Brit Butler has written a 6502 emulator and is now writting a NES emulator in lisp
Henry baker wrote a compiler for a simple lisp named 'comfy' for the 6502 chip which intended to replace it's assembly in emacs lisp which has been ported to common lisp
A typical assembler reads the program in assembly language syntax and translates the lines into binary instructions. And you could write a Lisp compiler that reads in Lisp and produces maybe C which is then compiled into assembly language which is finally fed to the assembler. But he started by writing the assembler in Lisp and instead of parsing and translating assembly language he wrote his assembly program by calling Lisp functions such as (inc) (txa) (lsr) which just emitted the appropriate instruction codes.
However, at this point there was no barrier left between his host-side Lisp and target-side machine code. He could write constructs in Lisp that, by running the Lisp program, expand to the corresponding machine code. And given some well-chosen Lisp constructs he could elevate the code into a much higher level but still output 6502 machine code. He could write Lisp macros to produce Lisp code that produces 6502 code.
And because everything was still tightly integrated in a single running Lisp program, he could keep doing the low-level stuff as well because he was still in control of what machine code instructions would be written out.
This IMHO is a much better way to write assembly language than the usual syntax that assemblers parse. But it's not possible unless code is data is code.
Here is a sample of code generation in Prolog for register machines,
An example for accumulator based machines which the 6502
The examples I posted is from an awesome Prolog book I read called "Clause and Effect"
You can start writing a debugger on top, disassembler, and an emulator. You're not restricted in Lisp from doing low-level bit-twiddling of this sort.
Here's one dev's experiences making a GTA-like game for the NES, using his own high level assembler: https://www.youtube.com/watch?v=Hvx4xXhZMrU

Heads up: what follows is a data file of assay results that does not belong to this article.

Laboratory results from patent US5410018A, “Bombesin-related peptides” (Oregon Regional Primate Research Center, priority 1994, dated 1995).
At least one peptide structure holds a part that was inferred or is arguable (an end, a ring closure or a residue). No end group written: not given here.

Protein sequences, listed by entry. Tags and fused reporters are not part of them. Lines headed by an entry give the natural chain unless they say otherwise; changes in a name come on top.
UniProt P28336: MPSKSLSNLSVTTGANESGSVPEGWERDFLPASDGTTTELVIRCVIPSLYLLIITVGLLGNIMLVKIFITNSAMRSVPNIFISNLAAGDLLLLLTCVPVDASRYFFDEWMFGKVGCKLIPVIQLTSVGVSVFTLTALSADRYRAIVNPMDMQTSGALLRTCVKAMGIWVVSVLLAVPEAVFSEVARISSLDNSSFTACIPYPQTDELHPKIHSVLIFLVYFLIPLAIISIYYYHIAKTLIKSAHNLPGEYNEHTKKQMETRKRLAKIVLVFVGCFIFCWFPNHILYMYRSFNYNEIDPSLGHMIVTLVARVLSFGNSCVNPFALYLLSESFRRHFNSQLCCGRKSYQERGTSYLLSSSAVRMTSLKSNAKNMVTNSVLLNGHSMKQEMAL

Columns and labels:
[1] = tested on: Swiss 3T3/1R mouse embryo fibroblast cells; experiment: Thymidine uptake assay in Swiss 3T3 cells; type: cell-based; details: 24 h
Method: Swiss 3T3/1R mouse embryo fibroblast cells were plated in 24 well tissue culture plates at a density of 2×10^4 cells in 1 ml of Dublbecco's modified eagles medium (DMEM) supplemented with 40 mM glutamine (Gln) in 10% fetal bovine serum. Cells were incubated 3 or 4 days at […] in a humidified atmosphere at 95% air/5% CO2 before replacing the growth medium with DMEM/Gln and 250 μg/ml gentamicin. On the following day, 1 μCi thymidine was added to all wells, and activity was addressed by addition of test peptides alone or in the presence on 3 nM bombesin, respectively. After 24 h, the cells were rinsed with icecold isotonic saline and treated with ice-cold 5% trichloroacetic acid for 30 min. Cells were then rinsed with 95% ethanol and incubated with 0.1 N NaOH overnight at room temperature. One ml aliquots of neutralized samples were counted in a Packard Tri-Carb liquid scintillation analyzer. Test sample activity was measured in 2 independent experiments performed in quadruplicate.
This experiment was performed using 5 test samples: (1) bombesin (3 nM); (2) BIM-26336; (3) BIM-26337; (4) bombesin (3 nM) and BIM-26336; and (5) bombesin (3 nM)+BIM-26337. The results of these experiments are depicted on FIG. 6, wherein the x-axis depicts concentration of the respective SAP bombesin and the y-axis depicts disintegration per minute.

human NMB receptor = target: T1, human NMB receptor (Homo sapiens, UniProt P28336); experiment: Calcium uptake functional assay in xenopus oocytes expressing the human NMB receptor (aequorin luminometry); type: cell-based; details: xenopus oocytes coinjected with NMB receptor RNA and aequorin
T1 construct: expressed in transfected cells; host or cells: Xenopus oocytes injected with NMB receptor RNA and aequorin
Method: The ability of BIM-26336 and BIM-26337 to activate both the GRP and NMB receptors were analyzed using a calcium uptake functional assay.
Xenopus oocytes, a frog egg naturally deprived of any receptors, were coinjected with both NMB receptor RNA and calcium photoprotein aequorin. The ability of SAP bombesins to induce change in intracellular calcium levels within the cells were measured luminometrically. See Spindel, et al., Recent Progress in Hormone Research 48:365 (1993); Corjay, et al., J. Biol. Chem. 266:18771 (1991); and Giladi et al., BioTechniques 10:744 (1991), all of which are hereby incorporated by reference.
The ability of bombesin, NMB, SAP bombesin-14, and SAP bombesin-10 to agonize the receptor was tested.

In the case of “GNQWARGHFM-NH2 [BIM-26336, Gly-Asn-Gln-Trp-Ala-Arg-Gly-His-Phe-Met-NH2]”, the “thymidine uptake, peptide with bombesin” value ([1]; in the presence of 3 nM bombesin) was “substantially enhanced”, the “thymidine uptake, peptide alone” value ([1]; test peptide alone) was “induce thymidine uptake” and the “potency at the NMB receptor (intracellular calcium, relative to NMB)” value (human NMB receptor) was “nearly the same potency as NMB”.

Here's one for CHIP8: http://johnearnest.github.io/Octo/
I so want to start learning to program in NES now. Not really in Lisp as I would like to learning curve to be gentler, but this article definitely sparked my interest into learning one of the devices I used most during my childhood.
Knowing Lisp would help you easily understand and extend the assembler, so you could do things like create yourself some badly needed program organization abstractions and then use them. Otherwise you could just ask the author, or people in a mailing list. "Hey I would like a feature whereby if I write (foo bar) in the code, such and such an effect takes place in the generation of the 6502 image."
In any case, learning 6502 asm seems like a must like you say. I'm gonna have to try to learn a bit.
I've already been productively using it for myself doing a bit of ROM hacking. It feels like a much nicer environment to me than the usual romhacking setup. Still has some rough edges, though.
One of the best parts of it for me is seeing the assembly assemble as I type it, telling where it goes in the file, what the PC should be at that point, and if the line has an error, it shows it. http://i.imgur.com/JfEwJ9U.png
I've actually been walking around for a few days just now pondering if one could do the corresponding thing for contemporary graphics processors. Seems like communicating with them in Lisp could be a great thing.
(That idea was inspired by another HN post https://news.ycombinator.com/item?id=7408807)
Do you know of any attempts at that?
I find it to be very readable:
https://github.com/gutomaia/pyNES/blob/0.1.x/pynes/examples/... example file, I like it